(Whether you get replies to comments depends on the LiveJournal settings chosen by the blogger for each puzzle.)

  14. Thanks for the warning about tough puzzles. We are still reeling from The Akon of Swat the other day. And please excuse the typo above – we meant ‘biological clock’ of course.
    We’ve been doing the Times xword almost every day for about 18 months and it still takes us ages but we’re getting better. 28mins is our record.
    1. OK , we just worked out we are getting emails as well but can’t seem to reply to them. We will look up George sometime soon. Btw we only found your site by default when we googled Eisenstein’s maid recently. It’s been great reading the comments and seeing most have the same difficulties as us. Not with answers like ‘cossie’ though. Akond of Swat indeed!cheers from us!
      1. It’s intriguing to know that we’re only beaten by the Wikipedia article on Fledermaus in the results for “Eisenstein’s maid”.

        If your e-mail has a subject line with “LiveJournal” in it, it’s a notification that someone has replied to your comment. You can’t reply to that someone by e-mail, because LiveJournal don’t reveal the e-mail addresses of other LiveJournal members. But you can use a link in the e-mail to respond to the comment that the e-mail tells you about.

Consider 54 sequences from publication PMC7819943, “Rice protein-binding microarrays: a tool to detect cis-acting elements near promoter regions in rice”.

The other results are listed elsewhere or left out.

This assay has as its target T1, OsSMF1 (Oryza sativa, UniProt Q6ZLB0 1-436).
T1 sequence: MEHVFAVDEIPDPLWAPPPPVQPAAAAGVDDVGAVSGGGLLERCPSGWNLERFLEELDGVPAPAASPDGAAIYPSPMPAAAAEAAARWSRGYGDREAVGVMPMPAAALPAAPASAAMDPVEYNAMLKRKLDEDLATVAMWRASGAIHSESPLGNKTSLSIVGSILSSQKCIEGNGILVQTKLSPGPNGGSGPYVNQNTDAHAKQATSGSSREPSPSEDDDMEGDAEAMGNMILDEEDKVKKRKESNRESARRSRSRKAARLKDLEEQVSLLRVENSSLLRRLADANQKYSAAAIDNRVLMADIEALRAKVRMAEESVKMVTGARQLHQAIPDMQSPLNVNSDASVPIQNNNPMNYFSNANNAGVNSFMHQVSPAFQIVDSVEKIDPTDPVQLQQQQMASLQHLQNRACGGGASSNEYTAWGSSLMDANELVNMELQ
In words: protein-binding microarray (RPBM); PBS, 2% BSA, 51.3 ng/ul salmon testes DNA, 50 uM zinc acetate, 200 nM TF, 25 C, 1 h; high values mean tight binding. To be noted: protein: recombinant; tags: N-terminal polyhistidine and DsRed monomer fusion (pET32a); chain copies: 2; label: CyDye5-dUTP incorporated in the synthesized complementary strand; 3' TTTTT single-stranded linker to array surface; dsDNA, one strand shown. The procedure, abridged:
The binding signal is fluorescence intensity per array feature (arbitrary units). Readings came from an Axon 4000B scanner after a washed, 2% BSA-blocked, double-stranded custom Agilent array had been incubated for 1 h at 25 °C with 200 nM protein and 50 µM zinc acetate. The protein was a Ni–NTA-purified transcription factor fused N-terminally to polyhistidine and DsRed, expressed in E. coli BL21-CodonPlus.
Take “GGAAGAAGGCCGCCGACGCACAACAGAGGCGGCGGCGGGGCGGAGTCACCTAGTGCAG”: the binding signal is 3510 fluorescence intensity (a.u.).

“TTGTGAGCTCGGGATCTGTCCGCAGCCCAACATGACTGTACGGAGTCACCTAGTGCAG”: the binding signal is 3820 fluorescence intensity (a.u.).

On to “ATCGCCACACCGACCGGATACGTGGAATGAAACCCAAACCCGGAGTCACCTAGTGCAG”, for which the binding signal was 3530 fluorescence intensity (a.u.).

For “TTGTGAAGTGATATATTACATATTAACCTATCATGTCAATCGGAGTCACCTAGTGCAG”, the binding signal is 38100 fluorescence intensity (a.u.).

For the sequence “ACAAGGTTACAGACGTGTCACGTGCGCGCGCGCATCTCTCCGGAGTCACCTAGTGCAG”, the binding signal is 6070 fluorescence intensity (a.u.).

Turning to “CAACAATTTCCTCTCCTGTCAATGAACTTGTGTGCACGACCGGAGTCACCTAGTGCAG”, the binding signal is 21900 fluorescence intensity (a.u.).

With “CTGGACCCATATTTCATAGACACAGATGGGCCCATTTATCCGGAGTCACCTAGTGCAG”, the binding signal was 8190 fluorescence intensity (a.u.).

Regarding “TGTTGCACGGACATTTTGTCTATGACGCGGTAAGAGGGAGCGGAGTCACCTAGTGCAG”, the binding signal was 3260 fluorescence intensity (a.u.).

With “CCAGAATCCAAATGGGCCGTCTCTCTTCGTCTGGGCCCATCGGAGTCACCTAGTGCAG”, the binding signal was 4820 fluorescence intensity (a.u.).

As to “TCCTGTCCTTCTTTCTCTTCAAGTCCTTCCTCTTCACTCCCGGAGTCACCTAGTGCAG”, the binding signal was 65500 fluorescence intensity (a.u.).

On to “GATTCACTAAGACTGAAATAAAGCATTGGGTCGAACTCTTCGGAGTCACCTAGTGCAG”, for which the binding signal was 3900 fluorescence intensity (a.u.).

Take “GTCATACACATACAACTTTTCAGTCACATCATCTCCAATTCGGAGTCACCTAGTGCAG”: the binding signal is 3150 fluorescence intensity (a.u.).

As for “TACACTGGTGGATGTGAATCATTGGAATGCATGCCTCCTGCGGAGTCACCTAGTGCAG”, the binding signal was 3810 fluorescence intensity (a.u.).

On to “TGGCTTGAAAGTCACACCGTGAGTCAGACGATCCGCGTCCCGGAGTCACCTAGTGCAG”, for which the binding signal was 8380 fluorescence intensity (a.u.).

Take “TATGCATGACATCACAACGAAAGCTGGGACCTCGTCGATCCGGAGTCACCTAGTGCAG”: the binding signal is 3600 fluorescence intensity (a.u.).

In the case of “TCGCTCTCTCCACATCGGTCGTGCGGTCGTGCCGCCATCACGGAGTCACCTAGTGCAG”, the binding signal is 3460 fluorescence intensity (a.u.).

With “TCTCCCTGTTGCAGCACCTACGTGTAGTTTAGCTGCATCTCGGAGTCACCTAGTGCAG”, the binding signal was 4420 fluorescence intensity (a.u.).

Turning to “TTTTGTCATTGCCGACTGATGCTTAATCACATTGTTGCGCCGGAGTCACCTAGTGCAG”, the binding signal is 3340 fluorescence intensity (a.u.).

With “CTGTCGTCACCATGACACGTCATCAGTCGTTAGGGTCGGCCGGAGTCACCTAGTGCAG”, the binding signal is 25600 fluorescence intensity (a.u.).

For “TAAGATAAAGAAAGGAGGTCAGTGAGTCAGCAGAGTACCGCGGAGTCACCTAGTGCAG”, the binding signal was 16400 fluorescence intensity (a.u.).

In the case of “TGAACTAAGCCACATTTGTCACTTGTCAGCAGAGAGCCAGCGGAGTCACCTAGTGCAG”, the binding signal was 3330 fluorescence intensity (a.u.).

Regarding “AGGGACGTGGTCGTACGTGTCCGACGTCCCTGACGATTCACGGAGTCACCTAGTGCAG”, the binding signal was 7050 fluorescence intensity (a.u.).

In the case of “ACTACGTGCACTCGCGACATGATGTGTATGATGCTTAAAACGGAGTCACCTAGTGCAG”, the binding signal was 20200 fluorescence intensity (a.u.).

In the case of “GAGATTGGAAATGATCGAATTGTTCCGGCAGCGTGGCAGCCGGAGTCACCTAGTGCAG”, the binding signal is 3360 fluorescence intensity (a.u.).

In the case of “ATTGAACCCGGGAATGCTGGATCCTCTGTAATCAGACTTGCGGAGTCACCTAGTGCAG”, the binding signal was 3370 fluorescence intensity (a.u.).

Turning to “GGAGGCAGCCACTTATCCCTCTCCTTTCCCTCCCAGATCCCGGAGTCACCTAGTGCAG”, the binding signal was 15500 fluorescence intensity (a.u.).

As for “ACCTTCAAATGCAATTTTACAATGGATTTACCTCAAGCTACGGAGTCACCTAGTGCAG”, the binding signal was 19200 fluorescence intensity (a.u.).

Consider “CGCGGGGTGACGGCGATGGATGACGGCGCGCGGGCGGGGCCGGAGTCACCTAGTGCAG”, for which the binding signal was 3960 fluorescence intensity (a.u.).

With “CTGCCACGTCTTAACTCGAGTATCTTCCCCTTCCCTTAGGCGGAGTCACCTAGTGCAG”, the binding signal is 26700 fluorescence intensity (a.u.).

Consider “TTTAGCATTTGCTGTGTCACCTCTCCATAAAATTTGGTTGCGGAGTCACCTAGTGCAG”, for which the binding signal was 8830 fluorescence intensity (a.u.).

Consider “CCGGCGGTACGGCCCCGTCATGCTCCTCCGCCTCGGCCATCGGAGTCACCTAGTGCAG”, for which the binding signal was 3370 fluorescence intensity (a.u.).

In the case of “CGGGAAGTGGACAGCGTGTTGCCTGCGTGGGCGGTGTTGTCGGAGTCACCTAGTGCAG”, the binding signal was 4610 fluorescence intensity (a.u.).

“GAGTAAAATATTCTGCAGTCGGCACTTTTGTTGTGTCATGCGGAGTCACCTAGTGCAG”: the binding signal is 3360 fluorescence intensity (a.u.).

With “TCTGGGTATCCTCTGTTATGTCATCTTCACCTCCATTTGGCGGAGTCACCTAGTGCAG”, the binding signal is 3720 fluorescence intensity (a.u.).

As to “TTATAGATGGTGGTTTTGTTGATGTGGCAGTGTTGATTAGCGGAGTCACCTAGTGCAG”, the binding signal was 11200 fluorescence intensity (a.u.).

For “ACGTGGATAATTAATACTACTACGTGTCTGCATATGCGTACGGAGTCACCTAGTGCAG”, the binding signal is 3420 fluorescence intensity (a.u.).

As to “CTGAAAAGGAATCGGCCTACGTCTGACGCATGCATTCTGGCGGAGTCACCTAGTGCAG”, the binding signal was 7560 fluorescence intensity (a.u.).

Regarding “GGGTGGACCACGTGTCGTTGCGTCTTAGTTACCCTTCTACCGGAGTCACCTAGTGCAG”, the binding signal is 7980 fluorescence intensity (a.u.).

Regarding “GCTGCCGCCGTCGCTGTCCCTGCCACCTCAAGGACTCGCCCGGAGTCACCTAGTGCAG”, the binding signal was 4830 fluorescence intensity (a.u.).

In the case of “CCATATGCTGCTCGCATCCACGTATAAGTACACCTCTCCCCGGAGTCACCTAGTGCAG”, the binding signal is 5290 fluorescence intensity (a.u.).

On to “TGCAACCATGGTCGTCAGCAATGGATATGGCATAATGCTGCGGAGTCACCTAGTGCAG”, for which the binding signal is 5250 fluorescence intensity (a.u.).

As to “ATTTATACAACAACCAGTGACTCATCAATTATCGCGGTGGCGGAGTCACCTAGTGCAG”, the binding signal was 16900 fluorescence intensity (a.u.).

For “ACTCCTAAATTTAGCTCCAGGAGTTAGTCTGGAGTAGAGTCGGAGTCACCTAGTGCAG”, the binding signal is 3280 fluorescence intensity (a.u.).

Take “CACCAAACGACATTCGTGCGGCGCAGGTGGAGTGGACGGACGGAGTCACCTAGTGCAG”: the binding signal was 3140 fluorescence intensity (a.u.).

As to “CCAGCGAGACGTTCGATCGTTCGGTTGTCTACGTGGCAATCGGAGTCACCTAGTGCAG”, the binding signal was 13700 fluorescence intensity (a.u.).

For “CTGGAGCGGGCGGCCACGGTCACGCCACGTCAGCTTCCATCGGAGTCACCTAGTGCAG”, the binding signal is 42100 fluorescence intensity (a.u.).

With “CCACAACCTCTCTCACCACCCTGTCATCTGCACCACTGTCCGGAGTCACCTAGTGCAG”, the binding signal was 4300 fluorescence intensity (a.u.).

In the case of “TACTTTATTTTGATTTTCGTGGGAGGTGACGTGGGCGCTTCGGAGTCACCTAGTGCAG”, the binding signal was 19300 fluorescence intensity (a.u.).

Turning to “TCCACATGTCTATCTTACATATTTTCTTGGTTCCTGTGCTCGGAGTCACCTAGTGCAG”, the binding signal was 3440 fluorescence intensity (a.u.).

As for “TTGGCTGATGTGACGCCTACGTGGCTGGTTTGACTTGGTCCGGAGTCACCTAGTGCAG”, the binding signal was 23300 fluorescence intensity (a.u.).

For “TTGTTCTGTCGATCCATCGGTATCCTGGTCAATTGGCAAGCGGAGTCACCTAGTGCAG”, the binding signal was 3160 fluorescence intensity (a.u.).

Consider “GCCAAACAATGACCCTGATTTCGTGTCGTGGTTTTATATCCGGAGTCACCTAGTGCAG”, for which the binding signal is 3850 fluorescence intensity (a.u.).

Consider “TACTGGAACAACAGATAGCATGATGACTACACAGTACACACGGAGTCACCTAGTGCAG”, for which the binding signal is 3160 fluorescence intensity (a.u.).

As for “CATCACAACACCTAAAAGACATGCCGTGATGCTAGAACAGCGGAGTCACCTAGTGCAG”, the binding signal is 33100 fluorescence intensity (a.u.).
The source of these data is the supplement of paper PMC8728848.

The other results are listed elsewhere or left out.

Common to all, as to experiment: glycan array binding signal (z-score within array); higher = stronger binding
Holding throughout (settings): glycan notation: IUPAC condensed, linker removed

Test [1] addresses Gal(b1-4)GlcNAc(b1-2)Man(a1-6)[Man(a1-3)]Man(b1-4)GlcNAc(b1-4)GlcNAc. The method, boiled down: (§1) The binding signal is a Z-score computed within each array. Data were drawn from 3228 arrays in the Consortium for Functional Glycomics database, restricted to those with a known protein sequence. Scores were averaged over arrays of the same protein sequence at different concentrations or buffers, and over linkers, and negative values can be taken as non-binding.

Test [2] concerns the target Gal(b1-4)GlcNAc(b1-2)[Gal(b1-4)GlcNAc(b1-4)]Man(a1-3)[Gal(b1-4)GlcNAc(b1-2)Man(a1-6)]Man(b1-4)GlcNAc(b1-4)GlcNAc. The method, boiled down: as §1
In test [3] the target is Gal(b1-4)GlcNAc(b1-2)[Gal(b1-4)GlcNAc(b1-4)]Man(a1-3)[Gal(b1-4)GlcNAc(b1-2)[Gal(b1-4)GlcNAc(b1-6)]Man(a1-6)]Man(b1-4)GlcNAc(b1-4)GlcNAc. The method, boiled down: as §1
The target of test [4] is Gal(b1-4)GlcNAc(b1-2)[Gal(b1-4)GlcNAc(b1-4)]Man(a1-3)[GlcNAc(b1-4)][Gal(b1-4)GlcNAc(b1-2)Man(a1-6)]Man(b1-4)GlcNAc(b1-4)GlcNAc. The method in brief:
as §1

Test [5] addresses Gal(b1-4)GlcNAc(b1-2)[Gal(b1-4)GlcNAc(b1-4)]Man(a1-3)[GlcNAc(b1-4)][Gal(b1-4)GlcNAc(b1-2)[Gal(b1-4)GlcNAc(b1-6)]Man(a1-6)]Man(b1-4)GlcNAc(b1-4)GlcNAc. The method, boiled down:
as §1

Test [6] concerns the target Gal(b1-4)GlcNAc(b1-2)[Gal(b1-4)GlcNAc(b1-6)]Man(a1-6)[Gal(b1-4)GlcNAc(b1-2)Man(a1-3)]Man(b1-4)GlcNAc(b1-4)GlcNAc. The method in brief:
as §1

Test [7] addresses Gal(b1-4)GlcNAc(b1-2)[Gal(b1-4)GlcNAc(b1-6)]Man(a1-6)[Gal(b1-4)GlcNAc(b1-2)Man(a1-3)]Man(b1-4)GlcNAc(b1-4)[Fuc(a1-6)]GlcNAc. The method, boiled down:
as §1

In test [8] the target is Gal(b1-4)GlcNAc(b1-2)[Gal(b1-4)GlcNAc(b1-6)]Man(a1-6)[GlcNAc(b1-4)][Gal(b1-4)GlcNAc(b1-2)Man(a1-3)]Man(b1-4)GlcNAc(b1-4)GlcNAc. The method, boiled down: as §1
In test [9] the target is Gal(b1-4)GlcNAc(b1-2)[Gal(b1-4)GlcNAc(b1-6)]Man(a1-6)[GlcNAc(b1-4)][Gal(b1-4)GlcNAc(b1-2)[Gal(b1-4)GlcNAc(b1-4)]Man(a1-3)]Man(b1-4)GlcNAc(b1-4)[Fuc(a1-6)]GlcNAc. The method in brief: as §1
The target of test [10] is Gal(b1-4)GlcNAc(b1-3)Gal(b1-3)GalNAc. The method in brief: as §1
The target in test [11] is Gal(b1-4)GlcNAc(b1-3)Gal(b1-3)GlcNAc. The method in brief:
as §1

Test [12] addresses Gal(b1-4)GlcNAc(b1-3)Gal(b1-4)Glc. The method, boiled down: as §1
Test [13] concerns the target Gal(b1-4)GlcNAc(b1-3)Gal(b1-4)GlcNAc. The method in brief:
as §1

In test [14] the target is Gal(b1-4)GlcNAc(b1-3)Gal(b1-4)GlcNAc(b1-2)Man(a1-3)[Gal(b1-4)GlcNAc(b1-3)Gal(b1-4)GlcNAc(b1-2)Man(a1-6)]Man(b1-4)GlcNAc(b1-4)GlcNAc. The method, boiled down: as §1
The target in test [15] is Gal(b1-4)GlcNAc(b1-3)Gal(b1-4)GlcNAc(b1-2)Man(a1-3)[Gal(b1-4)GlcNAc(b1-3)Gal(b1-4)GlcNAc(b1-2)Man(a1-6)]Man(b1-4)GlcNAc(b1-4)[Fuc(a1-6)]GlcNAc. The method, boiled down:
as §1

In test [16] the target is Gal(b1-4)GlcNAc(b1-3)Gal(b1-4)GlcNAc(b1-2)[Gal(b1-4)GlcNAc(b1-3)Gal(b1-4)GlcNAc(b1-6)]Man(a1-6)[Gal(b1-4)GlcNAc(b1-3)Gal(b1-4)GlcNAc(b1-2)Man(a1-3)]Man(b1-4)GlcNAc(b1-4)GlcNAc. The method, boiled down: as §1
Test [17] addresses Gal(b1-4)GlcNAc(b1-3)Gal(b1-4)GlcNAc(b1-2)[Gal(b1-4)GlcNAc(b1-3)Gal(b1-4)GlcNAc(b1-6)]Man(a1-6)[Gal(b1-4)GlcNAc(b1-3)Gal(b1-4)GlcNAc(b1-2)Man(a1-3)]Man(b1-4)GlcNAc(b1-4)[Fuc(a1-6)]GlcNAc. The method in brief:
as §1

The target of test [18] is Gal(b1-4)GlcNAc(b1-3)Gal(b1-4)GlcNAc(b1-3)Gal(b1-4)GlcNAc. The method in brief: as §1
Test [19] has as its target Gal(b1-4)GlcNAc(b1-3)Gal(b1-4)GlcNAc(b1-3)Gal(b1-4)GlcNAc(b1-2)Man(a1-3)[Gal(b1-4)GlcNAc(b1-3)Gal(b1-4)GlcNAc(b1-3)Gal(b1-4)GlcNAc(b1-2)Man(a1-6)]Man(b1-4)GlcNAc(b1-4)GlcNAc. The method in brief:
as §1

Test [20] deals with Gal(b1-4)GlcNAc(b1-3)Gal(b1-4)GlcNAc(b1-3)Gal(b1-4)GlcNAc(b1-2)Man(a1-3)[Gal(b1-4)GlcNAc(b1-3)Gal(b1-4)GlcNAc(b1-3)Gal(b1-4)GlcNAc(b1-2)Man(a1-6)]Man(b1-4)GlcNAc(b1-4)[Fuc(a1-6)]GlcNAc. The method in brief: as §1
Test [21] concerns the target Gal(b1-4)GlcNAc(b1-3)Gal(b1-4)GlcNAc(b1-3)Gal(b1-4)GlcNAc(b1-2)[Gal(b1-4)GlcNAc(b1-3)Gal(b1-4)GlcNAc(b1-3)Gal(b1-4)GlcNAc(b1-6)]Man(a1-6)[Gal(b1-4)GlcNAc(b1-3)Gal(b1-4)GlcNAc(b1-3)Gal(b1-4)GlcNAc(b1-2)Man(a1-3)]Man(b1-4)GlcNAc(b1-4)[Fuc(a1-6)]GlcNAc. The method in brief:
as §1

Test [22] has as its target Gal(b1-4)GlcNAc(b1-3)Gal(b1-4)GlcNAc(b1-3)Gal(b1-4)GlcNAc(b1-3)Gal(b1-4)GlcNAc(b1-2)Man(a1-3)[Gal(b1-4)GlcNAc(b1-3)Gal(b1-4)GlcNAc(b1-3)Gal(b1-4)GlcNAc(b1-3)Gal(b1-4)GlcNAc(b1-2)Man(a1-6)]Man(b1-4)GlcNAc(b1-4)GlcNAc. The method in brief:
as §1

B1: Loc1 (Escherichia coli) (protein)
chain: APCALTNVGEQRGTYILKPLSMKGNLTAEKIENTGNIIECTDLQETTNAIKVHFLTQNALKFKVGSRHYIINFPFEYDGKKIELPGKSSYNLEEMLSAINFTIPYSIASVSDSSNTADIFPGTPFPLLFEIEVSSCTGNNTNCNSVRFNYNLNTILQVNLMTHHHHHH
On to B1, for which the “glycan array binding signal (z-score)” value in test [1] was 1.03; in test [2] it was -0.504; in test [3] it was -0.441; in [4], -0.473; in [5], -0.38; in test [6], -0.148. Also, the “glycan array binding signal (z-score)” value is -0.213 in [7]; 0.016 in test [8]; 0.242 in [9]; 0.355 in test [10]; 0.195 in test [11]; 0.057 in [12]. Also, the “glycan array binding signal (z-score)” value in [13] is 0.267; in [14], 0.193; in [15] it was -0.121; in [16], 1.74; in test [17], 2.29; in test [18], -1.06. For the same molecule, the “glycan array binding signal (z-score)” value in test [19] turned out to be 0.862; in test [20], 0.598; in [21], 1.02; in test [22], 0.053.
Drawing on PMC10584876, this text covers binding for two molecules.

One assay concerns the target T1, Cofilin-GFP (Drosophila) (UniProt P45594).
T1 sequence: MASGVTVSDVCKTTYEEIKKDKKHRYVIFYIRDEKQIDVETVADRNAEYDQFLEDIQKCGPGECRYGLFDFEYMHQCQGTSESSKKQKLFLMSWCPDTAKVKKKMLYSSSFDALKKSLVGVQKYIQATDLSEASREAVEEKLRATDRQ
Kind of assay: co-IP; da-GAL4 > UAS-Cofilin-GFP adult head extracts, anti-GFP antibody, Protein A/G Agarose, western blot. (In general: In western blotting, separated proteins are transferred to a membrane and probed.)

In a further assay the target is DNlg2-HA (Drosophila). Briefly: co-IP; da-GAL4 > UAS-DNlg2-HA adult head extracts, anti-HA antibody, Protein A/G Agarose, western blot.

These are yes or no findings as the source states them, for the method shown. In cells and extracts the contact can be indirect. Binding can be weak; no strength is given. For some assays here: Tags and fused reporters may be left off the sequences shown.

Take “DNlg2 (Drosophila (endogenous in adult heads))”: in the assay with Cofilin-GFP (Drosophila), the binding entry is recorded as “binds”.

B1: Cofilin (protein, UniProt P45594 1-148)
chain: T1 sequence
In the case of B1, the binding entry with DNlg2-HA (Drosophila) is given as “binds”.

15. Great to read your comments, even if we are way behind you guys here in Aus. Didn’t know imp=pickle or cap from hunt and not sure about my mum being old – at least not as old as some of you guys! We are learning lots from your comments and finished this in about 90mins (yes L plates, we know). COD Pony Express
  16. My son’s famous band. I learned a few bass parts so that we could do some covers together.

    Just the 4 “easies”:

    13a Two blokes giving description of delivery (5)
    NAT AL

    24a Muse a long time before returning books (5)
    ERA TO

    23d Woman contributing to ear LY DIA gnostics (5)

    26d Sculptor avoiding trendy bar (3)
    ROD (in)